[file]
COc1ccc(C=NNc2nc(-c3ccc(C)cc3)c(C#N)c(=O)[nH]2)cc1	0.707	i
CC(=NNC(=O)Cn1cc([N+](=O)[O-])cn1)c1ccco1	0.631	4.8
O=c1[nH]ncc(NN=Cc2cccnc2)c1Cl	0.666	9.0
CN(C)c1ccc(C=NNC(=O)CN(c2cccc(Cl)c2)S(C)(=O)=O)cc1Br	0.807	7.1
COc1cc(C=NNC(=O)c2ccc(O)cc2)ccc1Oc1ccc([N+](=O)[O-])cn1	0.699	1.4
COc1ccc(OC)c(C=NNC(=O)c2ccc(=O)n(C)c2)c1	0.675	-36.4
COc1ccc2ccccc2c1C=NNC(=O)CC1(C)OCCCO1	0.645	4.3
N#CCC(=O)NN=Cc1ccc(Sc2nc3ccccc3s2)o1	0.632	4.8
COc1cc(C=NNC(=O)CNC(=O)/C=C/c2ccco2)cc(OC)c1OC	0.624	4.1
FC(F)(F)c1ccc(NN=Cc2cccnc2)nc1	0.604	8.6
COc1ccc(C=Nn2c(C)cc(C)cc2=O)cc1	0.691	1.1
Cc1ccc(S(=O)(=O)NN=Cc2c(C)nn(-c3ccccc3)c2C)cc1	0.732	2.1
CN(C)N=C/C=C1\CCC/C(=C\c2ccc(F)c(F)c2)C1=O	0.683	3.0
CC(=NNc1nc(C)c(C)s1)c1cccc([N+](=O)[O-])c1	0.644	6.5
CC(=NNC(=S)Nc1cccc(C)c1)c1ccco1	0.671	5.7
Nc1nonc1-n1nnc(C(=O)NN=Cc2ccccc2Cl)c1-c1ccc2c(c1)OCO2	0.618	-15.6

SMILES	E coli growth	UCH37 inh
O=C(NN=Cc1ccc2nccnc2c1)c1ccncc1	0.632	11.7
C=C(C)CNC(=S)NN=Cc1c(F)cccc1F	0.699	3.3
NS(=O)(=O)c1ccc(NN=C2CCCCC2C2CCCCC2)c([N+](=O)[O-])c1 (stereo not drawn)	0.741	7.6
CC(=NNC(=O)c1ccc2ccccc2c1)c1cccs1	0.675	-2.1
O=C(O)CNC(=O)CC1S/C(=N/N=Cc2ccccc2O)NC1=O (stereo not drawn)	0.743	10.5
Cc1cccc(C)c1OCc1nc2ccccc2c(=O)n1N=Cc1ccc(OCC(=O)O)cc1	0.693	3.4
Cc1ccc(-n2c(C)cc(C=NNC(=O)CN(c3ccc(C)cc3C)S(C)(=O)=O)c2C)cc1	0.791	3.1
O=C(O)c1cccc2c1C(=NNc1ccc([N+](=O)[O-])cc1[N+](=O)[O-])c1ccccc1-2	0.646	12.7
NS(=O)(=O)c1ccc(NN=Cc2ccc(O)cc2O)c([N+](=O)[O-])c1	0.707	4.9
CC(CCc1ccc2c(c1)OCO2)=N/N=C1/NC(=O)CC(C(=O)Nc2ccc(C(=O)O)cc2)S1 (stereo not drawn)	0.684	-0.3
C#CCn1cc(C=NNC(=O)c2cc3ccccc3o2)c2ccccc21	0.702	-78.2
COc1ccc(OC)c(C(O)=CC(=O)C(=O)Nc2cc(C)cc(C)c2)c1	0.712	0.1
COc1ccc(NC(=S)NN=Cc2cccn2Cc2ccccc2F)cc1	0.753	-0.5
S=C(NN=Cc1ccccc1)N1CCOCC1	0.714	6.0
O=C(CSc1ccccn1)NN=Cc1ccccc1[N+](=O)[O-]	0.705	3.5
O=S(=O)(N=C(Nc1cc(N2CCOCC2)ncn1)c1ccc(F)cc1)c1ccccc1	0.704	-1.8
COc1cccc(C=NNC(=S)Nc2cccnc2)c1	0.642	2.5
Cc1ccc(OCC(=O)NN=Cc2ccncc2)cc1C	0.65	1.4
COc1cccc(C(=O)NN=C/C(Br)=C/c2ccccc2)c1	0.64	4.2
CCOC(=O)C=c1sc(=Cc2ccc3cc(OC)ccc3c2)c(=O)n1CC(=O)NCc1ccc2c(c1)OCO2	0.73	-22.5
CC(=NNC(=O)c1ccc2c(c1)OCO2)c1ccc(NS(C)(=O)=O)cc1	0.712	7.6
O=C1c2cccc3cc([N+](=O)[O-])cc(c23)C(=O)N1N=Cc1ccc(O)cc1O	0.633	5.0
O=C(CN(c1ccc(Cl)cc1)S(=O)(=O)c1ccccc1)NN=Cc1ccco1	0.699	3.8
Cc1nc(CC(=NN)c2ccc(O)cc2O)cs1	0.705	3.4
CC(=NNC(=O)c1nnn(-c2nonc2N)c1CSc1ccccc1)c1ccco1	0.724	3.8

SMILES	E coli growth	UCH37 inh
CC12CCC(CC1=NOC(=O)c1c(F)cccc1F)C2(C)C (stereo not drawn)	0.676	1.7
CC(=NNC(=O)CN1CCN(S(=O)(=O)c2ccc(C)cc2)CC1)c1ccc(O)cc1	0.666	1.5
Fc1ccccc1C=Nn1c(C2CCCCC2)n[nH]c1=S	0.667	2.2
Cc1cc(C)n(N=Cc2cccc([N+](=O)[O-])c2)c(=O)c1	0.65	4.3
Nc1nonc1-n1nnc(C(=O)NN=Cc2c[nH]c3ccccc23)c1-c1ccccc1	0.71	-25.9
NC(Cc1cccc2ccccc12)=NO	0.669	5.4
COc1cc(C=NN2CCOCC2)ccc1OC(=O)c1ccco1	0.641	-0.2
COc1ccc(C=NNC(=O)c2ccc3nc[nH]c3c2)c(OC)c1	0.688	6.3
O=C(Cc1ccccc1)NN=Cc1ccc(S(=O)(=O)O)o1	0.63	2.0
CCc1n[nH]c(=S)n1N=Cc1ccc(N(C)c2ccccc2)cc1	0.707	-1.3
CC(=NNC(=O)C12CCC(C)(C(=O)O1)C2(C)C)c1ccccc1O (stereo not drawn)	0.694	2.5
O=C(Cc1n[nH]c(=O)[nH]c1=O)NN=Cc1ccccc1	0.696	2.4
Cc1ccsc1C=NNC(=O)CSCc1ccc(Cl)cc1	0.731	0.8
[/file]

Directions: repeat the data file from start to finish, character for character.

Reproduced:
COc1ccc(C=NNc2nc(-c3ccc(C)cc3)c(C#N)c(=O)[nH]2)cc1	0.707	i
CC(=NNC(=O)Cn1cc([N+](=O)[O-])cn1)c1ccco1	0.631	4.8
O=c1[nH]ncc(NN=Cc2cccnc2)c1Cl	0.666	9.0
CN(C)c1ccc(C=NNC(=O)CN(c2cccc(Cl)c2)S(C)(=O)=O)cc1Br	0.807	7.1
COc1cc(C=NNC(=O)c2ccc(O)cc2)ccc1Oc1ccc([N+](=O)[O-])cn1	0.699	1.4
COc1ccc(OC)c(C=NNC(=O)c2ccc(=O)n(C)c2)c1	0.675	-36.4
COc1ccc2ccccc2c1C=NNC(=O)CC1(C)OCCCO1	0.645	4.3
N#CCC(=O)NN=Cc1ccc(Sc2nc3ccccc3s2)o1	0.632	4.8
COc1cc(C=NNC(=O)CNC(=O)/C=C/c2ccco2)cc(OC)c1OC	0.624	4.1
FC(F)(F)c1ccc(NN=Cc2cccnc2)nc1	0.604	8.6
COc1ccc(C=Nn2c(C)cc(C)cc2=O)cc1	0.691	1.1
Cc1ccc(S(=O)(=O)NN=Cc2c(C)nn(-c3ccccc3)c2C)cc1	0.732	2.1
CN(C)N=C/C=C1\CCC/C(=C\c2ccc(F)c(F)c2)C1=O	0.683	3.0
CC(=NNc1nc(C)c(C)s1)c1cccc([N+](=O)[O-])c1	0.644	6.5
CC(=NNC(=S)Nc1cccc(C)c1)c1ccco1	0.671	5.7
Nc1nonc1-n1nnc(C(=O)NN=Cc2ccccc2Cl)c1-c1ccc2c(c1)OCO2	0.618	-15.6

SMILES	E coli growth	UCH37 inh
O=C(NN=Cc1ccc2nccnc2c1)c1ccncc1	0.632	11.7
C=C(C)CNC(=S)NN=Cc1c(F)cccc1F	0.699	3.3
NS(=O)(=O)c1ccc(NN=C2CCCCC2C2CCCCC2)c([N+](=O)[O-])c1 (stereo not drawn)	0.741	7.6
CC(=NNC(=O)c1ccc2ccccc2c1)c1cccs1	0.675	-2.1
O=C(O)CNC(=O)CC1S/C(=N/N=Cc2ccccc2O)NC1=O (stereo not drawn)	0.743	10.5
Cc1cccc(C)c1OCc1nc2ccccc2c(=O)n1N=Cc1ccc(OCC(=O)O)cc1	0.693	3.4
Cc1ccc(-n2c(C)cc(C=NNC(=O)CN(c3ccc(C)cc3C)S(C)(=O)=O)c2C)cc1	0.791	3.1
O=C(O)c1cccc2c1C(=NNc1ccc([N+](=O)[O-])cc1[N+](=O)[O-])c1ccccc1-2	0.646	12.7
NS(=O)(=O)c1ccc(NN=Cc2ccc(O)cc2O)c([N+](=O)[O-])c1	0.707	4.9
CC(CCc1ccc2c(c1)OCO2)=N/N=C1/NC(=O)CC(C(=O)Nc2ccc(C(=O)O)cc2)S1 (stereo not drawn)	0.684	-0.3
C#CCn1cc(C=NNC(=O)c2cc3ccccc3o2)c2ccccc21	0.702	-78.2
COc1ccc(OC)c(C(O)=CC(=O)C(=O)Nc2cc(C)cc(C)c2)c1	0.712	0.1
COc1ccc(NC(=S)NN=Cc2cccn2Cc2ccccc2F)cc1	0.753	-0.5
S=C(NN=Cc1ccccc1)N1CCOCC1	0.714	6.0
O=C(CSc1ccccn1)NN=Cc1ccccc1[N+](=O)[O-]	0.705	3.5
O=S(=O)(N=C(Nc1cc(N2CCOCC2)ncn1)c1ccc(F)cc1)c1ccccc1	0.704	-1.8
COc1cccc(C=NNC(=S)Nc2cccnc2)c1	0.642	2.5
Cc1ccc(OCC(=O)NN=Cc2ccncc2)cc1C	0.65	1.4
COc1cccc(C(=O)NN=C/C(Br)=C/c2ccccc2)c1	0.64	4.2
CCOC(=O)C=c1sc(=Cc2ccc3cc(OC)ccc3c2)c(=O)n1CC(=O)NCc1ccc2c(c1)OCO2	0.73	-22.5
CC(=NNC(=O)c1ccc2c(c1)OCO2)c1ccc(NS(C)(=O)=O)cc1	0.712	7.6
O=C1c2cccc3cc([N+](=O)[O-])cc(c23)C(=O)N1N=Cc1ccc(O)cc1O	0.633	5.0
O=C(CN(c1ccc(Cl)cc1)S(=O)(=O)c1ccccc1)NN=Cc1ccco1	0.699	3.8
Cc1nc(CC(=NN)c2ccc(O)cc2O)cs1	0.705	3.4
CC(=NNC(=O)c1nnn(-c2nonc2N)c1CSc1ccccc1)c1ccco1	0.724	3.8

SMILES	E coli growth	UCH37 inh
CC12CCC(CC1=NOC(=O)c1c(F)cccc1F)C2(C)C (stereo not drawn)	0.676	1.7
CC(=NNC(=O)CN1CCN(S(=O)(=O)c2ccc(C)cc2)CC1)c1ccc(O)cc1	0.666	1.5
Fc1ccccc1C=Nn1c(C2CCCCC2)n[nH]c1=S	0.667	2.2
Cc1cc(C)n(N=Cc2cccc([N+](=O)[O-])c2)c(=O)c1	0.65	4.3
Nc1nonc1-n1nnc(C(=O)NN=Cc2c[nH]c3ccccc23)c1-c1ccccc1	0.71	-25.9
NC(Cc1cccc2ccccc12)=NO	0.669	5.4
COc1cc(C=NN2CCOCC2)ccc1OC(=O)c1ccco1	0.641	-0.2
COc1ccc(C=NNC(=O)c2ccc3nc[nH]c3c2)c(OC)c1	0.688	6.3
O=C(Cc1ccccc1)NN=Cc1ccc(S(=O)(=O)O)o1	0.63	2.0
CCc1n[nH]c(=S)n1N=Cc1ccc(N(C)c2ccccc2)cc1	0.707	-1.3
CC(=NNC(=O)C12CCC(C)(C(=O)O1)C2(C)C)c1ccccc1O (stereo not drawn)	0.694	2.5
O=C(Cc1n[nH]c(=O)[nH]c1=O)NN=Cc1ccccc1	0.696	2.4
Cc1ccsc1C=NNC(=O)CSCc1ccc(Cl)cc1	0.731	0.8